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    Follow the thread

    An earlier poster made a comment that local history is ignored.

    I merely pointed out that, before comprehensive curricula, it seems like local history was all that was ever taught - to the exclusion of critically important events in the formation and growth of the nation as a whole.

    That isn't to say that local history isn't important, but it is but a fraction of what should be taught when teaching US History.

    I am a rambler by nature, however, and agree that learning your local zone by wandering through it is important.

    Truth

    I have some gaps in my US history knowledge, particularly the Westward Expansion and Reconstruction eras. I mean, we definitely were tested on those things but we didn't spend nearly as much time on them as local history and I suspect they just didn't stick in my mind as well as things that happened a mile from my childhood home.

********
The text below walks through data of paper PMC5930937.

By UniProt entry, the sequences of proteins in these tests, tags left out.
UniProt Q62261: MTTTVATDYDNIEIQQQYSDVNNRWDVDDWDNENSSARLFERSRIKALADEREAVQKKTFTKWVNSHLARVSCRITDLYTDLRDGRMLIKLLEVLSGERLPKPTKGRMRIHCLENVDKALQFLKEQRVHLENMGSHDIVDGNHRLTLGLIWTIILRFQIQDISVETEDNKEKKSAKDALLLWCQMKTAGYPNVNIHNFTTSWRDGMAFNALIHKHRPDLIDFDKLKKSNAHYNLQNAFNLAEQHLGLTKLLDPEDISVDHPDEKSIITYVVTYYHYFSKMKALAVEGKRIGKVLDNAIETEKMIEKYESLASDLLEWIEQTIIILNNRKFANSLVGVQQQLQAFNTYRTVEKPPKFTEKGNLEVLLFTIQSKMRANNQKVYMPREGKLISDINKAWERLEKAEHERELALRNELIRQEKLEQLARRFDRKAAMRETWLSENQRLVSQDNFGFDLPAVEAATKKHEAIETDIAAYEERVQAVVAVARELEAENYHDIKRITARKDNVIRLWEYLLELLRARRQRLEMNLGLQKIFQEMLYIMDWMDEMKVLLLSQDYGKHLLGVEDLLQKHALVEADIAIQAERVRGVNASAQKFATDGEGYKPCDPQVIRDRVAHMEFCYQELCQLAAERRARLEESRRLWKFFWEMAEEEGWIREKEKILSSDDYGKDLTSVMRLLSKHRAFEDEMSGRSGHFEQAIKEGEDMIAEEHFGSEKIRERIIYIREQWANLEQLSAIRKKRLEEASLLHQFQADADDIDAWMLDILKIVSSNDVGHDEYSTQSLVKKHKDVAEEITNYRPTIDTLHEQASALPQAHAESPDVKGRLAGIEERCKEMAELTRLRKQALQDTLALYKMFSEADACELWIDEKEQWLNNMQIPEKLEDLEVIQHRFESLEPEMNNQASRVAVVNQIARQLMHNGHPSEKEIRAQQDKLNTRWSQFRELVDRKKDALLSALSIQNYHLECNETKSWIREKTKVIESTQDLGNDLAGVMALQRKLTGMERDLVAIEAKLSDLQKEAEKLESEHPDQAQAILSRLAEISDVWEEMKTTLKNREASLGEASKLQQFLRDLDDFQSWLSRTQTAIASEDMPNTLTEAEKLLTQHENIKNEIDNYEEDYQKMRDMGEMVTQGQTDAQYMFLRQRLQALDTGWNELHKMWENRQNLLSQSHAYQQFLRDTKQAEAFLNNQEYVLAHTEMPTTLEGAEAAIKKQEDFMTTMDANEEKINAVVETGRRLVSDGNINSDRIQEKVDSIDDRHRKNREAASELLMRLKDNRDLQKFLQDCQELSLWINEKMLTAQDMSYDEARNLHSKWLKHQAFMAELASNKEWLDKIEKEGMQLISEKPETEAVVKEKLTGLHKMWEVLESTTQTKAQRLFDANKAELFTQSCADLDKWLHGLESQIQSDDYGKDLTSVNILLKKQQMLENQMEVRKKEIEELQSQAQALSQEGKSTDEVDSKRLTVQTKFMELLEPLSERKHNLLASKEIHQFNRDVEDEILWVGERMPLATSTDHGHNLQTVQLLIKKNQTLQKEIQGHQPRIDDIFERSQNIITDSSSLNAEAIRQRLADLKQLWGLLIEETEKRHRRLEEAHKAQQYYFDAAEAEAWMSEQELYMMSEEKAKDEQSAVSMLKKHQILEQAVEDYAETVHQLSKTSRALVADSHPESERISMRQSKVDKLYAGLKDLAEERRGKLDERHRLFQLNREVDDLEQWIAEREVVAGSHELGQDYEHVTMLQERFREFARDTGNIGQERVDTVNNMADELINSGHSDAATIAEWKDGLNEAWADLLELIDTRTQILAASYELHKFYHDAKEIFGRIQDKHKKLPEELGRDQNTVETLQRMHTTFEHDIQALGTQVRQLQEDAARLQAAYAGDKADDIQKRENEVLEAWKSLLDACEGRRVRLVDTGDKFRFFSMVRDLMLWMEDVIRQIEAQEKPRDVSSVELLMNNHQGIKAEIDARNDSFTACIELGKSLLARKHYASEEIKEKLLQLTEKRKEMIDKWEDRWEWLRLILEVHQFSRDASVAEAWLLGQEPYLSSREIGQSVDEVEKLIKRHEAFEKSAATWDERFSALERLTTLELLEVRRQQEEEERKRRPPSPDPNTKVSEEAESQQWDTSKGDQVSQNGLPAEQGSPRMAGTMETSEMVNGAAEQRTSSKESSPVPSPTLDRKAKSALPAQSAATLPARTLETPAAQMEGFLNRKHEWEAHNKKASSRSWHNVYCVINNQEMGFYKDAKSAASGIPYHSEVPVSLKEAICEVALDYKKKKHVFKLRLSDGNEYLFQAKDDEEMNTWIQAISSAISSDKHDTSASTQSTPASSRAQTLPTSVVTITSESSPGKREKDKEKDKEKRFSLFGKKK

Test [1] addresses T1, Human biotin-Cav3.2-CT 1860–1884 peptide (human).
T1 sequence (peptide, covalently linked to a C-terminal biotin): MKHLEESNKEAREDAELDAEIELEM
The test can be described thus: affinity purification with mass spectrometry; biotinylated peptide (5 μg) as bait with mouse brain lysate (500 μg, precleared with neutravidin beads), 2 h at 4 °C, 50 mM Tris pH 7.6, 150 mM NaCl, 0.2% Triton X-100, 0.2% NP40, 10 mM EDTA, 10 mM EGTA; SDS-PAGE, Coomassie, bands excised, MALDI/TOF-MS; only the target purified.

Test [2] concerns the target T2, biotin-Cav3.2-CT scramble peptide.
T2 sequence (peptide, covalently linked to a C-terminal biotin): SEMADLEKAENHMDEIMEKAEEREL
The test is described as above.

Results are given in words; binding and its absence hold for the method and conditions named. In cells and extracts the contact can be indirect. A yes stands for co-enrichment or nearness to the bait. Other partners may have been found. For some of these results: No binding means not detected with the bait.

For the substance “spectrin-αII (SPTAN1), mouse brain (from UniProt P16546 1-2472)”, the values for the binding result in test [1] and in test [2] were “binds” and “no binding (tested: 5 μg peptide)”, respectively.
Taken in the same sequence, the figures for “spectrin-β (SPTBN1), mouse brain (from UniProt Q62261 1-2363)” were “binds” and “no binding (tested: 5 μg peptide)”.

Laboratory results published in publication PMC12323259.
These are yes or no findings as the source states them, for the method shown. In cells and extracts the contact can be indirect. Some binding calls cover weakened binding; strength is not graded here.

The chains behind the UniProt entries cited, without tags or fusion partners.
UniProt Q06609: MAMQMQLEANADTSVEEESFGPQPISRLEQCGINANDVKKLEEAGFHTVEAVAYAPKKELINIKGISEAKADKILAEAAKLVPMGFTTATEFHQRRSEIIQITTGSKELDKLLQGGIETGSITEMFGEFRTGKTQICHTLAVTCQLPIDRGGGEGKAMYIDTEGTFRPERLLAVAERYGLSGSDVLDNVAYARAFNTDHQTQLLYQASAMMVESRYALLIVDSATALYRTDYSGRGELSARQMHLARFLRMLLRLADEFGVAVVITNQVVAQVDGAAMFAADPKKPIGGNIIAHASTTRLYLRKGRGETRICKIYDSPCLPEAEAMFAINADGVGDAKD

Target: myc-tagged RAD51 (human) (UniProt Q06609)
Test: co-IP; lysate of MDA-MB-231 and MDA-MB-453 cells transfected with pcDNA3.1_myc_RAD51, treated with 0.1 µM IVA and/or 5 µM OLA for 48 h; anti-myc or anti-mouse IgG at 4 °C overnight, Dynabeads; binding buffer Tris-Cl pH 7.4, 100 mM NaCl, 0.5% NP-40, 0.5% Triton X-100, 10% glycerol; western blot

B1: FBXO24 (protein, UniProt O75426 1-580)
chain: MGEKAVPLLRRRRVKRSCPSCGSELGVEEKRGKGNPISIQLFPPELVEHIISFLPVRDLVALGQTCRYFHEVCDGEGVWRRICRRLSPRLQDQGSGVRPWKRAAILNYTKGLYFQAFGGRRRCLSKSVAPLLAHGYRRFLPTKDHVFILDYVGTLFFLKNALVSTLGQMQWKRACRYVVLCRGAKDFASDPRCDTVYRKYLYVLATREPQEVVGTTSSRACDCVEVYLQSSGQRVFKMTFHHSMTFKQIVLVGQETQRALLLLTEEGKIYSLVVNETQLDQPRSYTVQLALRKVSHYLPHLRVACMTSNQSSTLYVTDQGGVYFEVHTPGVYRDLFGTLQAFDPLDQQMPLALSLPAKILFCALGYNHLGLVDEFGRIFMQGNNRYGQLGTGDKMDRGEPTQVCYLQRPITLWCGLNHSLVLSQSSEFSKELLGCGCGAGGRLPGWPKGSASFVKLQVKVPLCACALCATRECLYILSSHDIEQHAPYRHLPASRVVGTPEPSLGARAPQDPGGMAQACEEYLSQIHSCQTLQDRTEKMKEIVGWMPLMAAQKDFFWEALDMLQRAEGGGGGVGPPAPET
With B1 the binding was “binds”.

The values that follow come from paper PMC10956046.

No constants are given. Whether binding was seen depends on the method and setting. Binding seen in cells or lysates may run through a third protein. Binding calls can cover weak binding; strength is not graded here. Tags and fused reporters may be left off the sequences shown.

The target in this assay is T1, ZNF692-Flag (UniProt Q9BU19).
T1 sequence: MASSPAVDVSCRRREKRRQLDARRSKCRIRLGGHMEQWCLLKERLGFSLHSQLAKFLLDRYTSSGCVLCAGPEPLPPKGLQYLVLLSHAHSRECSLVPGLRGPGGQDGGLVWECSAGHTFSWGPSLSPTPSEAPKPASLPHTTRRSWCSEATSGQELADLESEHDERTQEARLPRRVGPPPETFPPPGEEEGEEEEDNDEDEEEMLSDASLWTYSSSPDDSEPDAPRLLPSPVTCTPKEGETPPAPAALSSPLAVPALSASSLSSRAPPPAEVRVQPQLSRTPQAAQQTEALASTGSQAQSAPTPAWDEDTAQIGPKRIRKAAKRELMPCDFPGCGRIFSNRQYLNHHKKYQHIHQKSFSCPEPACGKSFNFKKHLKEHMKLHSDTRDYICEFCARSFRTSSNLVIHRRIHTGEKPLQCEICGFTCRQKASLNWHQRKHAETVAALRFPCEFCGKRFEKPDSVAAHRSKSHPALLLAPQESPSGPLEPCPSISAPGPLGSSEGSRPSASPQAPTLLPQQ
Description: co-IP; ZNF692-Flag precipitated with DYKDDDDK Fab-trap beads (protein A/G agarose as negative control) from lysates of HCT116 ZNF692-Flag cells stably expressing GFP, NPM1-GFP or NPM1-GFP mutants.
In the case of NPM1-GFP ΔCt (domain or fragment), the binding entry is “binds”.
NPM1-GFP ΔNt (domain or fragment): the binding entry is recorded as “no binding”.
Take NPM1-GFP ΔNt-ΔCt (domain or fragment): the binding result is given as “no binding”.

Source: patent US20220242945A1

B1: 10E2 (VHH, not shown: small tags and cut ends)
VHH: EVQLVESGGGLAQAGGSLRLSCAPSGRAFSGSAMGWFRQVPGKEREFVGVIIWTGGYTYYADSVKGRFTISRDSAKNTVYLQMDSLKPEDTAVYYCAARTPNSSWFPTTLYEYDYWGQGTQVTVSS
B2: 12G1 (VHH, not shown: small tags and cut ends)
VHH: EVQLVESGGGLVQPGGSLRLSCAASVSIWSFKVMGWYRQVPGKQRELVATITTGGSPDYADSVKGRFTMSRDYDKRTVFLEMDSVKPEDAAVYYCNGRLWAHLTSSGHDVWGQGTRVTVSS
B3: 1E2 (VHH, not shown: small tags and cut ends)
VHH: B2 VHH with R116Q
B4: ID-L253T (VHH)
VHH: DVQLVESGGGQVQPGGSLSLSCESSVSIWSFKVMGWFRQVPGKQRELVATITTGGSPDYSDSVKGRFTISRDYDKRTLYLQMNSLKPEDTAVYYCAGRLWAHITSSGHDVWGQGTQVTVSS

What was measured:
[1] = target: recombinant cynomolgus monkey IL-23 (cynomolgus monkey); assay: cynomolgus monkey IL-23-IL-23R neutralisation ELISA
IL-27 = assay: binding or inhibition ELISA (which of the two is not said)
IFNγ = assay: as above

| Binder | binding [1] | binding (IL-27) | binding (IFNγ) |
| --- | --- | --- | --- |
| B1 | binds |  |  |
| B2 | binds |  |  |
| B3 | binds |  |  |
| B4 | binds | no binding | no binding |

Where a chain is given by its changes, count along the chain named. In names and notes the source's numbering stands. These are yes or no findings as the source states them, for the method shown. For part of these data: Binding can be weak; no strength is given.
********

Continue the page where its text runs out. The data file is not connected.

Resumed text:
It's not just us, though. Go to the Midwest and "US History" basically begins with the Oregon Trail. There's something about a war and some red coats, but few people with an average education can tell you where the shot heard round the world was fired, or who exactly was coming either by land or by sea.

    I kind of agree....

    I had he Oregon trail kind if shoved down my throat, but it is and interesting story (and video game). And westward expansion always had a good chunk of your history exam section. I probably knew more about the Columbia and Missouri rivers than I ever did about the Charles river history by 11th grade.

    (We were force fed a lot of pilgrim/Plymouth stuff though, but that seems to be a big part of ap history as well)

    It's not because these topics weren't covered....

    ... in history courses. Rather, most Americans are simply not interested in the history of our own country (or any other). Of course, most Americans also no longer have even rudimentary knowledge of world (or even US) geography. Also, as far as I know, these don't play much role in standardized achievement testing (like MCAS).

    Boston is still The Hub.

    By on